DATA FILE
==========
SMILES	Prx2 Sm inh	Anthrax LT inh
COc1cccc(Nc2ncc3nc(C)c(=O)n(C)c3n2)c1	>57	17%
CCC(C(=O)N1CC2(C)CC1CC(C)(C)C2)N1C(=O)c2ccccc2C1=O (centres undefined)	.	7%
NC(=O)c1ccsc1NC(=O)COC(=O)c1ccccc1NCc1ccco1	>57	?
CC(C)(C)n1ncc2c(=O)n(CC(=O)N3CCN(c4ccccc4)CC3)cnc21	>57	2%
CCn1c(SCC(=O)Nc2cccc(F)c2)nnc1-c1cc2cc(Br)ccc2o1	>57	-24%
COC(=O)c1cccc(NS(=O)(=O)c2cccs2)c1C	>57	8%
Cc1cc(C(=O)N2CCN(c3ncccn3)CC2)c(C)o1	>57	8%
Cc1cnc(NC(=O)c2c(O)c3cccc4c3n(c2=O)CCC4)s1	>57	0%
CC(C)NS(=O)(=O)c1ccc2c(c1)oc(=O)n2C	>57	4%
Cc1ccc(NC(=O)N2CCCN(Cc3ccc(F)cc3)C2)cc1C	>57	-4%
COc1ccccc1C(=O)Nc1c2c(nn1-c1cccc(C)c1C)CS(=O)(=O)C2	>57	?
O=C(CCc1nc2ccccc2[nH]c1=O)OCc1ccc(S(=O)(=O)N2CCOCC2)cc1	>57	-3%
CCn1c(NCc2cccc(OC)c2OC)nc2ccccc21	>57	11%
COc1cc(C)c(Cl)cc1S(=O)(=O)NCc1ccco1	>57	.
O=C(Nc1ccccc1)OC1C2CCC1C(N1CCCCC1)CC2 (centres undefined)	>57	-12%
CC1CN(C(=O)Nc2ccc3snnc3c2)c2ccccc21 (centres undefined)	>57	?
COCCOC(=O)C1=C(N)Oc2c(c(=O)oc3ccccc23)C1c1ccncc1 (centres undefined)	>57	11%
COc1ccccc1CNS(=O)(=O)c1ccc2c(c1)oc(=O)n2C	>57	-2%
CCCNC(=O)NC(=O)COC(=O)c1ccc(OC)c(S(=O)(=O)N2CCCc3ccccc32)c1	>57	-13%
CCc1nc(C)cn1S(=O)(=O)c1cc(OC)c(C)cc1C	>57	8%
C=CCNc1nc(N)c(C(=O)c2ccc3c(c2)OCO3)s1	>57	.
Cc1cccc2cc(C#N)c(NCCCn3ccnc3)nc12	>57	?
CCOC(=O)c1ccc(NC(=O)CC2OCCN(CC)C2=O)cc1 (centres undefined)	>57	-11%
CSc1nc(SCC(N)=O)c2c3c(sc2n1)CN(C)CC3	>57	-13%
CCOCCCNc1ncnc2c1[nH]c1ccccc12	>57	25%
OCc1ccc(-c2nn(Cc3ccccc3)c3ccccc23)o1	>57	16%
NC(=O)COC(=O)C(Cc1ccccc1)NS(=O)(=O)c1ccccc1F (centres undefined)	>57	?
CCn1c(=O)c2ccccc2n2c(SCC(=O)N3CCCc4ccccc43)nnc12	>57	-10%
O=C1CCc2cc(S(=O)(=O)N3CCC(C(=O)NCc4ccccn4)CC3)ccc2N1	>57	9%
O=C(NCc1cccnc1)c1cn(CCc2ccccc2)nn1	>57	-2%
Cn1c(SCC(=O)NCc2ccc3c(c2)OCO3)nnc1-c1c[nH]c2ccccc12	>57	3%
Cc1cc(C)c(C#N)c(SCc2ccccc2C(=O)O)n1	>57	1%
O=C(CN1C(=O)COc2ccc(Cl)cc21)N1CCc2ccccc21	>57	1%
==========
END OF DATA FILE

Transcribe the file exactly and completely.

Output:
SMILES	Prx2 Sm inh	Anthrax LT inh
COc1cccc(Nc2ncc3nc(C)c(=O)n(C)c3n2)c1	>57	17%
CCC(C(=O)N1CC2(C)CC1CC(C)(C)C2)N1C(=O)c2ccccc2C1=O (centres undefined)	.	7%
NC(=O)c1ccsc1NC(=O)COC(=O)c1ccccc1NCc1ccco1	>57	?
CC(C)(C)n1ncc2c(=O)n(CC(=O)N3CCN(c4ccccc4)CC3)cnc21	>57	2%
CCn1c(SCC(=O)Nc2cccc(F)c2)nnc1-c1cc2cc(Br)ccc2o1	>57	-24%
COC(=O)c1cccc(NS(=O)(=O)c2cccs2)c1C	>57	8%
Cc1cc(C(=O)N2CCN(c3ncccn3)CC2)c(C)o1	>57	8%
Cc1cnc(NC(=O)c2c(O)c3cccc4c3n(c2=O)CCC4)s1	>57	0%
CC(C)NS(=O)(=O)c1ccc2c(c1)oc(=O)n2C	>57	4%
Cc1ccc(NC(=O)N2CCCN(Cc3ccc(F)cc3)C2)cc1C	>57	-4%
COc1ccccc1C(=O)Nc1c2c(nn1-c1cccc(C)c1C)CS(=O)(=O)C2	>57	?
O=C(CCc1nc2ccccc2[nH]c1=O)OCc1ccc(S(=O)(=O)N2CCOCC2)cc1	>57	-3%
CCn1c(NCc2cccc(OC)c2OC)nc2ccccc21	>57	11%
COc1cc(C)c(Cl)cc1S(=O)(=O)NCc1ccco1	>57	.
O=C(Nc1ccccc1)OC1C2CCC1C(N1CCCCC1)CC2 (centres undefined)	>57	-12%
CC1CN(C(=O)Nc2ccc3snnc3c2)c2ccccc21 (centres undefined)	>57	?
COCCOC(=O)C1=C(N)Oc2c(c(=O)oc3ccccc23)C1c1ccncc1 (centres undefined)	>57	11%
COc1ccccc1CNS(=O)(=O)c1ccc2c(c1)oc(=O)n2C	>57	-2%
CCCNC(=O)NC(=O)COC(=O)c1ccc(OC)c(S(=O)(=O)N2CCCc3ccccc32)c1	>57	-13%
CCc1nc(C)cn1S(=O)(=O)c1cc(OC)c(C)cc1C	>57	8%
C=CCNc1nc(N)c(C(=O)c2ccc3c(c2)OCO3)s1	>57	.
Cc1cccc2cc(C#N)c(NCCCn3ccnc3)nc12	>57	?
CCOC(=O)c1ccc(NC(=O)CC2OCCN(CC)C2=O)cc1 (centres undefined)	>57	-11%
CSc1nc(SCC(N)=O)c2c3c(sc2n1)CN(C)CC3	>57	-13%
CCOCCCNc1ncnc2c1[nH]c1ccccc12	>57	25%
OCc1ccc(-c2nn(Cc3ccccc3)c3ccccc23)o1	>57	16%
NC(=O)COC(=O)C(Cc1ccccc1)NS(=O)(=O)c1ccccc1F (centres undefined)	>57	?
CCn1c(=O)c2ccccc2n2c(SCC(=O)N3CCCc4ccccc43)nnc12	>57	-10%
O=C1CCc2cc(S(=O)(=O)N3CCC(C(=O)NCc4ccccn4)CC3)ccc2N1	>57	9%
O=C(NCc1cccnc1)c1cn(CCc2ccccc2)nn1	>57	-2%
Cn1c(SCC(=O)NCc2ccc3c(c2)OCO3)nnc1-c1c[nH]c2ccccc12	>57	3%
Cc1cc(C)c(C#N)c(SCc2ccccc2C(=O)O)n1	>57	1%
O=C(CN1C(=O)COc2ccc(Cl)cc21)N1CCc2ccccc21	>57	1%